Abstract Developments has submitted a rezoning plan to city hall to build 91 housing units on the soon-to-be-sold Victoria Truth Centre property at Fort Street and Pentrelew Place.
A park-like setting is planned for the nearly two-acre property, said Mike Miller, founder of Victoria’s Abstract Developments.
“We went through a very, very onerous process with the architect and the arborist to save many trees that can live for a long time, and really design the buildings around those trees.”
Under the proposal, condominiums would be located in two buildings — one six storeys and the other five storeys. There would also be 10 townhouses and one level of underground parking.
“We’ve got trees that are taller than the six-storey building,” Miller said.
Sale of the church property, at 1201 Fort St. and 1050 Pentrelew Pl., closes at the end of this month, Miller said. He is paying $7.2 million. The church is being permitted to remain for three more months, at a rent of $1 per month.
A sales agreement was struck amid a battle among church supporters over which group had the authority to control the property. The dispute ended up in B.C. Supreme Court.
The church has owned the site since 1949, but attendance has dwindled over the years. The court decided in favour of the group wanting to sell the land and relocate to another, less-costly location.
If all goes smoothly, existing church buildings will be deconstructed, Miller said. He is also buying a single-family house on an adjacent property. That sale closes early in 2017 and he plans to deconstruct that house. That land would hold part of the proposed townhouse component.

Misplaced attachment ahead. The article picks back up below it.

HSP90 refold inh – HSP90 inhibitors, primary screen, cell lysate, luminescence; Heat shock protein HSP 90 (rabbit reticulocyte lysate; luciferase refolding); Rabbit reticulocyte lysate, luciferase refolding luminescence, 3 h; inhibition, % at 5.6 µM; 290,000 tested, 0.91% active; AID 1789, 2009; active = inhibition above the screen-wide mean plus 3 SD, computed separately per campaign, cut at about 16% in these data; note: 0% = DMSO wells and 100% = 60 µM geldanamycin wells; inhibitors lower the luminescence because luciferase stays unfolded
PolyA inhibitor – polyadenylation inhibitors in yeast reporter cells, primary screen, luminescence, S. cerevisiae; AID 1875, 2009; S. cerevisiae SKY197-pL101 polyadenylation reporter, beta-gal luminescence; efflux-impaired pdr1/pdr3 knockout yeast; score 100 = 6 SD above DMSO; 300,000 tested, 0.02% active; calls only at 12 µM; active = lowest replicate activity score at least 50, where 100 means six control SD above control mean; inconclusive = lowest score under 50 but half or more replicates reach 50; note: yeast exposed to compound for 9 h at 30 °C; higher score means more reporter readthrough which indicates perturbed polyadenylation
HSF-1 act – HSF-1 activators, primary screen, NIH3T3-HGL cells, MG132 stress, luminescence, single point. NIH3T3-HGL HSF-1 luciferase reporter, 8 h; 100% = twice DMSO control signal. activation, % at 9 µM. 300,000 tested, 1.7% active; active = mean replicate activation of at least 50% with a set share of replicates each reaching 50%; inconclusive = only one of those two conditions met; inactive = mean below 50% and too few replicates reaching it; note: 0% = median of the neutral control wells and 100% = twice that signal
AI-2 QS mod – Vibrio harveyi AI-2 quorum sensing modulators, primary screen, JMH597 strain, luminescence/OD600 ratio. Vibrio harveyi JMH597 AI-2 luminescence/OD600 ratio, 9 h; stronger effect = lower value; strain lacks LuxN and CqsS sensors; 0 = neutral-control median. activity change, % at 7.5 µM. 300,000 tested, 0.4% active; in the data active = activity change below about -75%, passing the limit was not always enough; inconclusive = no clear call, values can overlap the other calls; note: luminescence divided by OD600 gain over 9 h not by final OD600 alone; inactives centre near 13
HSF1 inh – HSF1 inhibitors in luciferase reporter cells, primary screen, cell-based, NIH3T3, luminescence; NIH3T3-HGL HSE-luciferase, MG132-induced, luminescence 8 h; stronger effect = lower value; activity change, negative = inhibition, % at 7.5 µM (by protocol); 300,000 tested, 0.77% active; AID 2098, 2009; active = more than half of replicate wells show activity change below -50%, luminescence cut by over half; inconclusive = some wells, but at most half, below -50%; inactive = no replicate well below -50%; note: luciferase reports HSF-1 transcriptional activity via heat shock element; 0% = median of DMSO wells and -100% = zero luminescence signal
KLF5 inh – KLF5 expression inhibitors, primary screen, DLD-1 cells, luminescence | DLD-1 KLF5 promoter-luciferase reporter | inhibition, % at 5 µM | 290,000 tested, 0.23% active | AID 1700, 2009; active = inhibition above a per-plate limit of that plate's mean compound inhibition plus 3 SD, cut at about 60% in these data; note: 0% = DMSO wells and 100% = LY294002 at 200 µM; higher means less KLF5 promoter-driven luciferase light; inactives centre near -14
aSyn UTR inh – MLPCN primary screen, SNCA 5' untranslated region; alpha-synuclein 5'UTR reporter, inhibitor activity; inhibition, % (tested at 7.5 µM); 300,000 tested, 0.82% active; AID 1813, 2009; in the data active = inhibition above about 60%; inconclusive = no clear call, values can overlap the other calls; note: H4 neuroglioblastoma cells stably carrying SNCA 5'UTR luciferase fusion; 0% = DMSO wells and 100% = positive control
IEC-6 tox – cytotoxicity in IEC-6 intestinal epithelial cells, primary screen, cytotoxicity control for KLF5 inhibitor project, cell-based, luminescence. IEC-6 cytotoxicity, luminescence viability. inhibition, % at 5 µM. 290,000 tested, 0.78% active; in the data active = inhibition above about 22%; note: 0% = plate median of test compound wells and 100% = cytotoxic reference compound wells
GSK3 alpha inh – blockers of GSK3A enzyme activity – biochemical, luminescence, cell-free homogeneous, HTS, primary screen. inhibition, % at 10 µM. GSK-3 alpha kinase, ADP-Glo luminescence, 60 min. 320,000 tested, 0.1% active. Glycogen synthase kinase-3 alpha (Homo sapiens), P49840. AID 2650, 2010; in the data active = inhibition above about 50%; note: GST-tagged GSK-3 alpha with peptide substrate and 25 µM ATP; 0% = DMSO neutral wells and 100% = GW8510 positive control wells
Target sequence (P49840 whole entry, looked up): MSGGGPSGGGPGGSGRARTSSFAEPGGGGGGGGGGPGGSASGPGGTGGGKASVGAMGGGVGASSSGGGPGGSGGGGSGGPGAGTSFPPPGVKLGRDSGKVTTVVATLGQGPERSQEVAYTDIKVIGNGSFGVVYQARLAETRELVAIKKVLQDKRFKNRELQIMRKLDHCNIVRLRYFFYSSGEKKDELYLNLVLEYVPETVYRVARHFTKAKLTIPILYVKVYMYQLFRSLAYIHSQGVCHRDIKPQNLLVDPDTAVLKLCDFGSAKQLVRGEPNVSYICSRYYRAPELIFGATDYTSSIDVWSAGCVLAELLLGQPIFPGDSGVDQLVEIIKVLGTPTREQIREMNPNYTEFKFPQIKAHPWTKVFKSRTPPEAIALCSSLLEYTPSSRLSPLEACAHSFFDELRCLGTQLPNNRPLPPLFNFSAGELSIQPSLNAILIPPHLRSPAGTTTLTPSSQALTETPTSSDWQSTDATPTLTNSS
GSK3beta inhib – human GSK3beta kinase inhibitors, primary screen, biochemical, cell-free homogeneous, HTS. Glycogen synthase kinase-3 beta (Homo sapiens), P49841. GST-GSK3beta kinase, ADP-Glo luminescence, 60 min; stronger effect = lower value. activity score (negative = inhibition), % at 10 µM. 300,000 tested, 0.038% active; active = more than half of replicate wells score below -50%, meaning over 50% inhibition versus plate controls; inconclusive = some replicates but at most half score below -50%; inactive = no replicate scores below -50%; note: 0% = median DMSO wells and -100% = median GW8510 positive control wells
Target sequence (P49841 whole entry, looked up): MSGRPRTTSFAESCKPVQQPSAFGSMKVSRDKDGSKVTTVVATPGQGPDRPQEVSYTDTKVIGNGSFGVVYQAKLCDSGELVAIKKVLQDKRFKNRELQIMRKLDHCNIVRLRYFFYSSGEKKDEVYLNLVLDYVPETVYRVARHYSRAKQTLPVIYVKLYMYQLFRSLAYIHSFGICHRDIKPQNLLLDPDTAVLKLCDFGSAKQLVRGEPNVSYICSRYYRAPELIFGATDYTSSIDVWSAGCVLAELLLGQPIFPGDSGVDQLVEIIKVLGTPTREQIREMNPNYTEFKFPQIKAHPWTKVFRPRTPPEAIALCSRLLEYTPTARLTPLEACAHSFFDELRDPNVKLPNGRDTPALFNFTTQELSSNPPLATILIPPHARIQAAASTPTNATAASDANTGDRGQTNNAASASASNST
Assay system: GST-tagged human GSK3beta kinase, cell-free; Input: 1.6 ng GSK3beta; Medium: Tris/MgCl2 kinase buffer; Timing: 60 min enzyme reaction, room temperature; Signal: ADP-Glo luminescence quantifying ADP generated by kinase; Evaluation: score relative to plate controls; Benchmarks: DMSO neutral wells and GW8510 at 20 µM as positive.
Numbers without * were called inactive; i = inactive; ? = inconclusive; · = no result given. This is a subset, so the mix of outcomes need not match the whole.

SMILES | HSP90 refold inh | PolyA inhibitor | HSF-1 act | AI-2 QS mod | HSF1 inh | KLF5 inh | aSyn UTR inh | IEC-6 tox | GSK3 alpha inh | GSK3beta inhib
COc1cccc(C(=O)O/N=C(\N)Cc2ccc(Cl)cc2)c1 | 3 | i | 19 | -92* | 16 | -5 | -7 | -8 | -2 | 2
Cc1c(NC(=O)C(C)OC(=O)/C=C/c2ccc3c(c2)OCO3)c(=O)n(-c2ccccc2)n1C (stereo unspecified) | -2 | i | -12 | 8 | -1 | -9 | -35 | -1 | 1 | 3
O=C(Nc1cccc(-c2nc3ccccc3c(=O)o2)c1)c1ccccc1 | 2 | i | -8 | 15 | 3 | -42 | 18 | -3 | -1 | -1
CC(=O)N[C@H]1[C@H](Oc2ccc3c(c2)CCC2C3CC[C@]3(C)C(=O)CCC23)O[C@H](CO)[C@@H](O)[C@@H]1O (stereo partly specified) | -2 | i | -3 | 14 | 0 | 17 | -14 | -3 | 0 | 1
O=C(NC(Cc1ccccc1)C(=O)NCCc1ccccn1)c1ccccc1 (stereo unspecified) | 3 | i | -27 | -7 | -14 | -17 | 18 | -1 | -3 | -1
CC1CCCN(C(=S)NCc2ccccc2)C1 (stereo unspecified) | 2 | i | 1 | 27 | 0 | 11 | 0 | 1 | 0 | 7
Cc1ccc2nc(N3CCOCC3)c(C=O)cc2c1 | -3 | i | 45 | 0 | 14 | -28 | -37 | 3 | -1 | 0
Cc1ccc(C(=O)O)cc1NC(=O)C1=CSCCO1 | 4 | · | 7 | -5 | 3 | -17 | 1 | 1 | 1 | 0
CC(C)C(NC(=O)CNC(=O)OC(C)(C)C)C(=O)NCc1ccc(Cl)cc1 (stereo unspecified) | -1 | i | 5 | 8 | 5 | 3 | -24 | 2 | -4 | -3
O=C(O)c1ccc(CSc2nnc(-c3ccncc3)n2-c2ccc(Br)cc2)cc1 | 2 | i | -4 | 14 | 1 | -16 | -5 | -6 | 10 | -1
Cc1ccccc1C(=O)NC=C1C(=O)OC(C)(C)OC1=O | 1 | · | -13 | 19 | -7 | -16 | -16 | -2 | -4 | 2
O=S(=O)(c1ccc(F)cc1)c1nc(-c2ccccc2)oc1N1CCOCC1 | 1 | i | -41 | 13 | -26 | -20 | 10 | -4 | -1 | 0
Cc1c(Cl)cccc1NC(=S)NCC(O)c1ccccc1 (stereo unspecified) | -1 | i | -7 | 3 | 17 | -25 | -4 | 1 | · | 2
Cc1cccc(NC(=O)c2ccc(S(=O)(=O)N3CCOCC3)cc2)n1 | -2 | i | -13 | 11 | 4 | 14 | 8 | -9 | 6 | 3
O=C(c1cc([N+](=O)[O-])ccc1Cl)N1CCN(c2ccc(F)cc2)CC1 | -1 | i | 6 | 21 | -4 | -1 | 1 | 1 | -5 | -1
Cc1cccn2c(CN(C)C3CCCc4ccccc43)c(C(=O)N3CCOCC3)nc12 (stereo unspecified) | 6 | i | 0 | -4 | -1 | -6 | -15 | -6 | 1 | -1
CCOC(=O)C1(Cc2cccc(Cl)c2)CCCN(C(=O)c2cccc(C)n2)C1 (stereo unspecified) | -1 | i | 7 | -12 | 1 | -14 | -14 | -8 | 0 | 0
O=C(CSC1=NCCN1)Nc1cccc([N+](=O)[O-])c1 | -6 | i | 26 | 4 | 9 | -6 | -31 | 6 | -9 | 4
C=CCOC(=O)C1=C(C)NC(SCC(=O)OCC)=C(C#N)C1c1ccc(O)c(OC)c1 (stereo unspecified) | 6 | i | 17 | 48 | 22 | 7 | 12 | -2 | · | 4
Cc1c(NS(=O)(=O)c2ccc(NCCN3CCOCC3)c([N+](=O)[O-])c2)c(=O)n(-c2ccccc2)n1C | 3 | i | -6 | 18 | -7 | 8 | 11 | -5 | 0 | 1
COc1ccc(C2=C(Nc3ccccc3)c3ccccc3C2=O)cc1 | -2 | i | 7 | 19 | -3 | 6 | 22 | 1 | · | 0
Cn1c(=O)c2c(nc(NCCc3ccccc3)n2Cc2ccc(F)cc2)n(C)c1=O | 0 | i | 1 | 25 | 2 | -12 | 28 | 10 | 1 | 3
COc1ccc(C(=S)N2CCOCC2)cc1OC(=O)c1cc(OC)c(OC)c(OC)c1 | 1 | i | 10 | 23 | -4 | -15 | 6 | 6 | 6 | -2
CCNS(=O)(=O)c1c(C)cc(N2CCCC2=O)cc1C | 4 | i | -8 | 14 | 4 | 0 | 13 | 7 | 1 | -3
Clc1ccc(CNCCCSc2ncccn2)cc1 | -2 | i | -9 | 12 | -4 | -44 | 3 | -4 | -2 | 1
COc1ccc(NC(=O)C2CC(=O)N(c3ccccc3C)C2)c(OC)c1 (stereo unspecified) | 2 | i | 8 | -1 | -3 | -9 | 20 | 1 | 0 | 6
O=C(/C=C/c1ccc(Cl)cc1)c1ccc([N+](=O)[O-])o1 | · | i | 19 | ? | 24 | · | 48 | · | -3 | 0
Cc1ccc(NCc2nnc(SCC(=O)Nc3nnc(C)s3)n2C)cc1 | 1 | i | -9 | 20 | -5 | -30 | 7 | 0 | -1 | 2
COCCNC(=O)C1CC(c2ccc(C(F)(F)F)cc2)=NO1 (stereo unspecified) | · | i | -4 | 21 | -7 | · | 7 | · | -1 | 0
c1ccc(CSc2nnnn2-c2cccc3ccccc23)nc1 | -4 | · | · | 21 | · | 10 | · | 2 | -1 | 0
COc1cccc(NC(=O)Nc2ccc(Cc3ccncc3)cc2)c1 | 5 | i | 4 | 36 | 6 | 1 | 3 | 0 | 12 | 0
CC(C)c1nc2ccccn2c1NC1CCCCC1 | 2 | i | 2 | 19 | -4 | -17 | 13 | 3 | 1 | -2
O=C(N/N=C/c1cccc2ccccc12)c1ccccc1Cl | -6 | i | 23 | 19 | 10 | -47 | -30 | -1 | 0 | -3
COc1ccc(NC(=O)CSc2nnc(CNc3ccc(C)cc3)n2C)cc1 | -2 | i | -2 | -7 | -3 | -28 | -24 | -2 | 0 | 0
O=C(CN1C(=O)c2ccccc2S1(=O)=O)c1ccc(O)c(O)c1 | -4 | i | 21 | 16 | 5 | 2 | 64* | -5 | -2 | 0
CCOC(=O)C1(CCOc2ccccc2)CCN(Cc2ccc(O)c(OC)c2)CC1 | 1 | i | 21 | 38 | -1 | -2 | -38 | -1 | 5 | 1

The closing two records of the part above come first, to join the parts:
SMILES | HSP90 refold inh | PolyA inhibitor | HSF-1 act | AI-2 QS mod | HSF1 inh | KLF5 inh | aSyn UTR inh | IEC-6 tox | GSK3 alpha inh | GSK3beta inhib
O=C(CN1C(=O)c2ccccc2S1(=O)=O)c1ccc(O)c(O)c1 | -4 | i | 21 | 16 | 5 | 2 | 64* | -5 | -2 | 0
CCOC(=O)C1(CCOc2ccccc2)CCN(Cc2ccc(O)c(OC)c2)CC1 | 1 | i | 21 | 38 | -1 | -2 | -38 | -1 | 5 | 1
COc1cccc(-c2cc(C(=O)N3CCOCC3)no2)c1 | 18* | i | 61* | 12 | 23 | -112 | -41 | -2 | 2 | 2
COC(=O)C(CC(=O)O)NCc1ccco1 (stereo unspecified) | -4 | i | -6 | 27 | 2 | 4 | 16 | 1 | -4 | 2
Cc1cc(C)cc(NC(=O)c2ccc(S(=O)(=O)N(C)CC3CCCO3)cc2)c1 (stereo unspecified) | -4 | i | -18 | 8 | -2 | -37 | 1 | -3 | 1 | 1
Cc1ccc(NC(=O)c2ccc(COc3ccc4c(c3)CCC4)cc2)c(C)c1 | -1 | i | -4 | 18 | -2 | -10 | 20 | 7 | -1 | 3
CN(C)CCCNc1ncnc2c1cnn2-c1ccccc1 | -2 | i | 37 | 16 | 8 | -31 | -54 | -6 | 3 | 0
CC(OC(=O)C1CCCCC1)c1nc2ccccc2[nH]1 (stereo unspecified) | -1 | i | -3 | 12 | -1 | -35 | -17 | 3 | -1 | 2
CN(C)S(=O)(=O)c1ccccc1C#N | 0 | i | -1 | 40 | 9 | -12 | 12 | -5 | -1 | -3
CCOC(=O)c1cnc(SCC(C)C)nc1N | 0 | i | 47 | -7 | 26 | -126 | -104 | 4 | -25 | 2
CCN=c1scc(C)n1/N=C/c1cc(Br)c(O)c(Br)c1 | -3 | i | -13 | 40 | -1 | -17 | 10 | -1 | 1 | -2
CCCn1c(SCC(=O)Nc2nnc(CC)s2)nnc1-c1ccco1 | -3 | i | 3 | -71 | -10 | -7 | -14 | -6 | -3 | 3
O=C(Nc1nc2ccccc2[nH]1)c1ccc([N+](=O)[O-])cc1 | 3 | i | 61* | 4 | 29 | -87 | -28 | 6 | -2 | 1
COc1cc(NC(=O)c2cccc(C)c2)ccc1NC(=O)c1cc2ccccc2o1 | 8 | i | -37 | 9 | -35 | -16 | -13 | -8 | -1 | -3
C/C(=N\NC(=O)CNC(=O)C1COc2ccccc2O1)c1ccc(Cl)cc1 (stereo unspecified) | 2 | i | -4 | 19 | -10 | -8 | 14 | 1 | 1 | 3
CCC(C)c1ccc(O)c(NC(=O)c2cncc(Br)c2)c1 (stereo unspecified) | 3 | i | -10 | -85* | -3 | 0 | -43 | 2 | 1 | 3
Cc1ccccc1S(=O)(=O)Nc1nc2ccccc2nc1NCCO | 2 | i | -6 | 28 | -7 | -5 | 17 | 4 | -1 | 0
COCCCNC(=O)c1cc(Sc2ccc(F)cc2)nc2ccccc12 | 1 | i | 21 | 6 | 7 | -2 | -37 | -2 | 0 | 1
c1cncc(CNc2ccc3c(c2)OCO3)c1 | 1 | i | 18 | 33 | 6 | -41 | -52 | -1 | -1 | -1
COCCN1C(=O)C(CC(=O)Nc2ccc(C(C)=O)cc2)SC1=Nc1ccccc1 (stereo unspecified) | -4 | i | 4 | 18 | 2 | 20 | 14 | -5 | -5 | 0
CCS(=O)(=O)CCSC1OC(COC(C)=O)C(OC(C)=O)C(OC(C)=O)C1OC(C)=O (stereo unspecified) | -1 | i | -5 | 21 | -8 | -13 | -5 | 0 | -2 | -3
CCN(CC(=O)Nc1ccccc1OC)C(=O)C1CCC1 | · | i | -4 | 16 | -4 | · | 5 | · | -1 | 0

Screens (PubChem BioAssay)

Abstract hopes to be in front of council in late spring or early summer, Miller said. If approved, construction would start in late 2017 or early 2018.
“We are really trying to target the downsizers’ market,” Miller said. One-bedroom units would likely start at about $400,000 each. The price would reflect larger units, bigger decks and the site’s green space.
Victoria Coun. Pamela Madoff, liaison with the Rockland area, said many people view that “extraordinary” site as the gateway to Rockland. “A site of that size, in that neighbourhood ... they just don’t exist.”
She called this a chance of a lifetime on a property that “really deserves something special.”
It is a complex property, given that the Fort Street side and Pentrelew Place side are in different contexts, Madoff said. Fort Street is a busy urban street, while Pentrelew is a quiet area with single-family historic houses, with the Art Gallery of Greater Victoria on nearby Moss Street.
The church land was once the home of Sir Henry Pering Pellew Crease, the city's first barrister.
He built an Italianate-style mansion in 1875 that was taken down in the 1980s to make room for new church buildings. Heritage advocates battled to save it, but eventually the city permitted its removal.
There were at least two wells on the site, Madoff said. “When the building was being demolished, what I’ve heard from a number of people, is that they just threw chandeliers and fireplaces and various things in these wells. And now, they are paved over with the driveways.”